Another division that is seeing problems with the nation’s legal system is small businesses. It is estimated by the U.S. Chamber of Commerce that small businesses in the United States spend approximately 88 billion dollars each year on litigation costs, ranking this second to healthcare costs in the problems that small businesses face (NERA). Every 2 seconds, a lawsuit is filed in the U.S. Businesses fear lawsuits because of the court costs and liabilities that often cause many careers to end in bankruptcy. According to Mississippi Governor Haley Barbour, “Every small business is just one lawsuit away from going out of business.” To avoid lawsuits, 62% of business owners have claimed to have been forced to make certain business decisions (“Small Businesses: How the Threat of Lawsuits Impacts Their Operations”). These decisions have in turn affected consumers because 61% of these decisions have caused products and services to be more expensive to cover possible tort cases. The national economy has continued to experience damage as 11% of these decisions have forced small businesses to lay off employees.
However, if small businesses would gain protection from unfair and frivolous cases, many business owners stated that they would be able to improve their corporation and give back to the economy. Specifically, 6 out of 10 companies claim that the overall revenue of their corporation would increase along with their facilities, services, market expansion, and employee benefits if they would be able to feel assurance and protection from frivolous and unfair lawsuits (“Small Businesses: How the Threat of Lawsuits Impacts Their Operations”).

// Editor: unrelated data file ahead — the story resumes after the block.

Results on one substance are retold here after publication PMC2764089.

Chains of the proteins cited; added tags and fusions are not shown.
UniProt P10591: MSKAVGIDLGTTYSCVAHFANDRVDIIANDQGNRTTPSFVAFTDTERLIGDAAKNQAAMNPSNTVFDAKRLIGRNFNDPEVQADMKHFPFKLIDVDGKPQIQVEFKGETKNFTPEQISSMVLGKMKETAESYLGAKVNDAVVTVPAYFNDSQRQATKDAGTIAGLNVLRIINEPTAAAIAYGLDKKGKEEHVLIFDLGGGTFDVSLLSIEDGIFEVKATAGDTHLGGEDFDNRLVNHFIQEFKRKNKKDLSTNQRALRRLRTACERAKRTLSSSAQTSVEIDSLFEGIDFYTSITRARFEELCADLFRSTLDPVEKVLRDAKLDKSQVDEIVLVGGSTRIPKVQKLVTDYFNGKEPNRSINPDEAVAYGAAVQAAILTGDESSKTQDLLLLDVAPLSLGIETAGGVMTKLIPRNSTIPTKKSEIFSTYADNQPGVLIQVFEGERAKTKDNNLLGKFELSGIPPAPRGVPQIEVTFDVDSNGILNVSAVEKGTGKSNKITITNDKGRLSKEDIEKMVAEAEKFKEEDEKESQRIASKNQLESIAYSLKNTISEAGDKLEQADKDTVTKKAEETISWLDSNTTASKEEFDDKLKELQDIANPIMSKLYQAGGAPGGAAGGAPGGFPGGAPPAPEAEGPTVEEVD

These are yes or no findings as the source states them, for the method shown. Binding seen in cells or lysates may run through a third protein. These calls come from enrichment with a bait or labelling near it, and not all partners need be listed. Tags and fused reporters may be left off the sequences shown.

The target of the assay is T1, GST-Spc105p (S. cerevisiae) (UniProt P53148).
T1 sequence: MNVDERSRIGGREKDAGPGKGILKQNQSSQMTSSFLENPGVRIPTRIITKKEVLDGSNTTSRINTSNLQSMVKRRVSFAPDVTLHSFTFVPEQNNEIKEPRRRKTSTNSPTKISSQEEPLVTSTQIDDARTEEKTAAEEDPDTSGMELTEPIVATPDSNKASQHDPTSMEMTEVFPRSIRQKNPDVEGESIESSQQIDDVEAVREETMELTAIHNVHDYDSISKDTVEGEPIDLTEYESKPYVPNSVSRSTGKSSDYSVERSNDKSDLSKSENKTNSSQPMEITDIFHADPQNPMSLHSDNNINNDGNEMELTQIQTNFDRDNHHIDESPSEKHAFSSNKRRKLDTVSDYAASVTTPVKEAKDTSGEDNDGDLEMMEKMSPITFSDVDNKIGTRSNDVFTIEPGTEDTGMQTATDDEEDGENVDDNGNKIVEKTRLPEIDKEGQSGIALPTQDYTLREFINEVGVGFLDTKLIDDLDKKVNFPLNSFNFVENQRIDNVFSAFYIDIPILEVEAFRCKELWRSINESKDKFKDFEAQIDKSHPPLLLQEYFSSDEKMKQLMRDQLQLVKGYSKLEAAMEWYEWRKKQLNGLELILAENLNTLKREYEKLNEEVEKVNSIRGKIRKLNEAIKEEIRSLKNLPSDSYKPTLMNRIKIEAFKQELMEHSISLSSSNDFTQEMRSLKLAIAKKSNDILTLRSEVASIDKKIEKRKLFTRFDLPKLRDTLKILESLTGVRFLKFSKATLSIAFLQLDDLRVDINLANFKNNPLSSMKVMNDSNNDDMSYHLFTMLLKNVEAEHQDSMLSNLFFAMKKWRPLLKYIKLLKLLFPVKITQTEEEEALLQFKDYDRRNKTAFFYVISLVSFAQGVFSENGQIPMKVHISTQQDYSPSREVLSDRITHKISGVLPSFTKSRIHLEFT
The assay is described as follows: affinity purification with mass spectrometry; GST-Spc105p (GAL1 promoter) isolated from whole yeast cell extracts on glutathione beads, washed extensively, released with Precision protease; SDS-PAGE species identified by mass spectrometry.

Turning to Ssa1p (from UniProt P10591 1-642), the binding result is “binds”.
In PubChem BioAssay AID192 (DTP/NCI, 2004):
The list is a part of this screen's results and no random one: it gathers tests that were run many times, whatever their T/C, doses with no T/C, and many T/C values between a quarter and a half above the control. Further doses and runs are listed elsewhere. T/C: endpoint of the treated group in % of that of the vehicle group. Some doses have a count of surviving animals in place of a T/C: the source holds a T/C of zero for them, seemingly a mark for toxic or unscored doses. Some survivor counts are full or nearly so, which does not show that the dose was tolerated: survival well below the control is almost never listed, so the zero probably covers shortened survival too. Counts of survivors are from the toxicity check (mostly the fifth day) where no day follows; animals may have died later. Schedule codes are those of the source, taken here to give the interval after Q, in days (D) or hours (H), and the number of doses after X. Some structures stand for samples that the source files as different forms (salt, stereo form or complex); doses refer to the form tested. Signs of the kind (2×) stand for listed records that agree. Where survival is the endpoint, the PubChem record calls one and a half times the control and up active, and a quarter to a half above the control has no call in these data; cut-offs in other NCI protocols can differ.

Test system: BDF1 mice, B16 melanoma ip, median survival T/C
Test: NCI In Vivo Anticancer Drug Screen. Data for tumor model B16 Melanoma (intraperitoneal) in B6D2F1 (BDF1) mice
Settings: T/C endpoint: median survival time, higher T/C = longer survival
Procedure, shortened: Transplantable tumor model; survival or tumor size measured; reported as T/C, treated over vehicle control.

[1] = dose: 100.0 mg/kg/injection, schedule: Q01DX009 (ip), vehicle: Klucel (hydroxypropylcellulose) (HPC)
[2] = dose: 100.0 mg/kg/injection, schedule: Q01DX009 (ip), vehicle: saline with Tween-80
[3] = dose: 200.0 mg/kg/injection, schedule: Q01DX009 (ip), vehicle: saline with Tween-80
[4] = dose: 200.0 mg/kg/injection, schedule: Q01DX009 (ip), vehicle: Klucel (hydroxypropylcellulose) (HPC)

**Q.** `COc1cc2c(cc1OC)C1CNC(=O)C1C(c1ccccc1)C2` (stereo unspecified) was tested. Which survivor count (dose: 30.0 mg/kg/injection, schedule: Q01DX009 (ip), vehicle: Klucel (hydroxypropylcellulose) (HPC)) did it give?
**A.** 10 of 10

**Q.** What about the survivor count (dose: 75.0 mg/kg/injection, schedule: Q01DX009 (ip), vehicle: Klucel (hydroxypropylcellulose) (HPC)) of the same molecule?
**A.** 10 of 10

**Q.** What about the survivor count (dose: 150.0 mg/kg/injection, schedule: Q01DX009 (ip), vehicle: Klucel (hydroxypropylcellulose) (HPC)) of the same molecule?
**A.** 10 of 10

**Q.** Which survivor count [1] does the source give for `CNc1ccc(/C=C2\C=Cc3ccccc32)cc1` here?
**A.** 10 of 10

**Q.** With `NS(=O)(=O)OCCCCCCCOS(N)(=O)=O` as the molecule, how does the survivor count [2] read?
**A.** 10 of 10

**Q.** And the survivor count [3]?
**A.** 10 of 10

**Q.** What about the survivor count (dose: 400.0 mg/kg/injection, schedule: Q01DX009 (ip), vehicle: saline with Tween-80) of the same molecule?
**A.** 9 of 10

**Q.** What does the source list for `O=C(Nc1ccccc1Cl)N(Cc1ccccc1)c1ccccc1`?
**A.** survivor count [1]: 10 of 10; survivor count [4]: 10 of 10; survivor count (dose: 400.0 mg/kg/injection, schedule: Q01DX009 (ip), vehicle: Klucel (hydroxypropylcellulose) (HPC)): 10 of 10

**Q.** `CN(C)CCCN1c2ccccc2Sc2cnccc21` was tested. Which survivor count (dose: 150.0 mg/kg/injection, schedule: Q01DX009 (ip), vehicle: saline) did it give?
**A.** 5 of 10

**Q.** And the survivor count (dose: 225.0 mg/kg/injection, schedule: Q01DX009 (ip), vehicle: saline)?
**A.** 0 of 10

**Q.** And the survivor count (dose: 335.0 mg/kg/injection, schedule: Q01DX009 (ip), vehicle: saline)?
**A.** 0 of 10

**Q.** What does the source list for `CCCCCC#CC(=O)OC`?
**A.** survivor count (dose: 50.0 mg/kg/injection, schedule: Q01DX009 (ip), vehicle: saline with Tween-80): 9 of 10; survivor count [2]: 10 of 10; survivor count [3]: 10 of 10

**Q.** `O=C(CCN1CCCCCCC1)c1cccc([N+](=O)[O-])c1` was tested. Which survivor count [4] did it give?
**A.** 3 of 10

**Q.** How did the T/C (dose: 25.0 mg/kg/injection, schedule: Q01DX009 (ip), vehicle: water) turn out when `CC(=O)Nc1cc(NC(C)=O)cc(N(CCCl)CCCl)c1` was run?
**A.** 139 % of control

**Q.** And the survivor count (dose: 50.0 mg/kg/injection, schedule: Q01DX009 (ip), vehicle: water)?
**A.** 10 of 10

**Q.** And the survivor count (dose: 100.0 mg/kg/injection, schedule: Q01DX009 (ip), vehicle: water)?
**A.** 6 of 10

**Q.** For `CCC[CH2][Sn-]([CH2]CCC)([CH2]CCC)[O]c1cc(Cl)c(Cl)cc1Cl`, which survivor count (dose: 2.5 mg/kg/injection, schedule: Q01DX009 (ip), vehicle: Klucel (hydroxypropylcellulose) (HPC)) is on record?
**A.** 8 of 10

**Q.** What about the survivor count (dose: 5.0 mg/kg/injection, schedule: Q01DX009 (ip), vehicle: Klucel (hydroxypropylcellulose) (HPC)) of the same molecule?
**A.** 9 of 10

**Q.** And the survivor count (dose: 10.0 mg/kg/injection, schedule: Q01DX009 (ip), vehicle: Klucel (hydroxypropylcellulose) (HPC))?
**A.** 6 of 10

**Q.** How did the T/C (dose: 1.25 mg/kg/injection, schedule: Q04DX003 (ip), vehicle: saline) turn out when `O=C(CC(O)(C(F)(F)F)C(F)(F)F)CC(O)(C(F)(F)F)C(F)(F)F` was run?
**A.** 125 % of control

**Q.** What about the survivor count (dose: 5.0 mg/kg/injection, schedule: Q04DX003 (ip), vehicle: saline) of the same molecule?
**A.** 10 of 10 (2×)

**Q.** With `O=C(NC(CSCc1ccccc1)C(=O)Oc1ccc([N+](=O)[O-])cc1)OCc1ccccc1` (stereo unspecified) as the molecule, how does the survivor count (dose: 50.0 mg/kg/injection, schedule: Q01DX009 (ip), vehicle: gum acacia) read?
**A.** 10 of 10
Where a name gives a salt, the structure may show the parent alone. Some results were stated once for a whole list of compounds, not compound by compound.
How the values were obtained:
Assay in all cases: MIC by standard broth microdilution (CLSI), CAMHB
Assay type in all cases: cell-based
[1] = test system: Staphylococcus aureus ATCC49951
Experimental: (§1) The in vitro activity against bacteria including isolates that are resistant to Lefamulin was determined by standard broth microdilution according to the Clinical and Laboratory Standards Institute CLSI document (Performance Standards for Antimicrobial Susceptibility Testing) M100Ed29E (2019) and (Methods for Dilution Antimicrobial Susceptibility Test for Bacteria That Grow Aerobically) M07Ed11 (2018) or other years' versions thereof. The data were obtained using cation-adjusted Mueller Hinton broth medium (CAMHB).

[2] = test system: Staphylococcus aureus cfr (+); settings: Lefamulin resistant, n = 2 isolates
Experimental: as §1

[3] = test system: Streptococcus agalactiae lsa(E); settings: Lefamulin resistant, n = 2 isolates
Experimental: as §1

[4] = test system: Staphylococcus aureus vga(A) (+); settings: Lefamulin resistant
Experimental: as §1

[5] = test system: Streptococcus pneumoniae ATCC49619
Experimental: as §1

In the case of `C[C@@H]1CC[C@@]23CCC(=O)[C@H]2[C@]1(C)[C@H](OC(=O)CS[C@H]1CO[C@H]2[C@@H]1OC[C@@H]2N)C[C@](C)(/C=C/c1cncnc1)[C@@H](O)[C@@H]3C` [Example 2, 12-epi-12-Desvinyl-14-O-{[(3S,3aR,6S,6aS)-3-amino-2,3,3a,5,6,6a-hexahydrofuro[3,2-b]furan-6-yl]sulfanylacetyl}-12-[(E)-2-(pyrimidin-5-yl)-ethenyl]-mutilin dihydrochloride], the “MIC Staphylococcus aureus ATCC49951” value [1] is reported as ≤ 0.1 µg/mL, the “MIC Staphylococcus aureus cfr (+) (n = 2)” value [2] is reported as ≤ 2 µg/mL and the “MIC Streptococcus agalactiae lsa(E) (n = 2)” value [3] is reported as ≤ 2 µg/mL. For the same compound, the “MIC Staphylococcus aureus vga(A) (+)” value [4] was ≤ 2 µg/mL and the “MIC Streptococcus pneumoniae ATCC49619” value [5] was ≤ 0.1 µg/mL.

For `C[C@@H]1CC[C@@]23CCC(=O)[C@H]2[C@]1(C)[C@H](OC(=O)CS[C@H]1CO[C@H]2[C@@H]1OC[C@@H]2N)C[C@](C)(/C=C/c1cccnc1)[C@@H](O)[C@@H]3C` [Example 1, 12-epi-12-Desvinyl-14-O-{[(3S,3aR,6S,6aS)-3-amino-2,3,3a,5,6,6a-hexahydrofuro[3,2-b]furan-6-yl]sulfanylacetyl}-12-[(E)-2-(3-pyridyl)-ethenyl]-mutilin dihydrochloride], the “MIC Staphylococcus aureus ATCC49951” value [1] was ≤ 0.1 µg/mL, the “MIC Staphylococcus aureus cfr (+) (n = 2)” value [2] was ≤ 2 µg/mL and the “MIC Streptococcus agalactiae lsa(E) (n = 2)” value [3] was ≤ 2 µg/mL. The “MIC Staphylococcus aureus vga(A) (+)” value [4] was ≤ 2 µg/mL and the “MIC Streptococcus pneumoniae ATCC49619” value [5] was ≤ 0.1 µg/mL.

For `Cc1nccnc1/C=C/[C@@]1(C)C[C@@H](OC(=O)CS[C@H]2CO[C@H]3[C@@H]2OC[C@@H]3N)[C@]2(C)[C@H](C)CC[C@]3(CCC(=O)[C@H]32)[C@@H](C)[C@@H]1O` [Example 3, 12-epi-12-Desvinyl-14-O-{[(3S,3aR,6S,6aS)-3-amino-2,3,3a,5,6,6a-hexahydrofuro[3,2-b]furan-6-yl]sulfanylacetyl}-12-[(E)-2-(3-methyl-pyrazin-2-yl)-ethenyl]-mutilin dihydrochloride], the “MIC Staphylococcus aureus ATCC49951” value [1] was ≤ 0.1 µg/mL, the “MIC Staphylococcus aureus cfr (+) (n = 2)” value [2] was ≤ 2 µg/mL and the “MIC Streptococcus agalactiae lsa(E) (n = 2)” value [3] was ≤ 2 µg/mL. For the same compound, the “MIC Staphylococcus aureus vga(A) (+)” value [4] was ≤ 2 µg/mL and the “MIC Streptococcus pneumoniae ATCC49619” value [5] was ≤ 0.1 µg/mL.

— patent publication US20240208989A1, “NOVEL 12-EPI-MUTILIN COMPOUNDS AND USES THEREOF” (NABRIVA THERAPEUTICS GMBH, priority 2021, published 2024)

Frivolous lawsuits are continuously being filed against small business owners. One example was filed by a judge in Washington D.C. when he dropped a pair of pants off at a dry cleaner. The owners of the neighborhood dry cleaner were sued for $54 million over misplacing Judge Pearson’s pants. Although the owners attempted to replace the pants and found the original pair a week later, the plaintiff denied that the pants were the ones he had dropped off and stated that the company was not delivering their promise of “Satisfaction Guaranteed.” Pearson refused later settlements offered by the owners of amounts up to $12,000.
Although the owners of the dry cleaners ended up “winning” the case, they were forced to declare bankruptcy because of the outrageous cost of the lawsuit. Even though the overseeing judge found the owners of the business to be innocent, they still “lost” in the end because they no longer had their company or a source of income. One would assume that a Judge in the District of Colombia would know better than to sue an outrageous amount of 54 million dollars for a pair of misplaced pants, but this case just acknowledges the corruption of the tort system in the United States.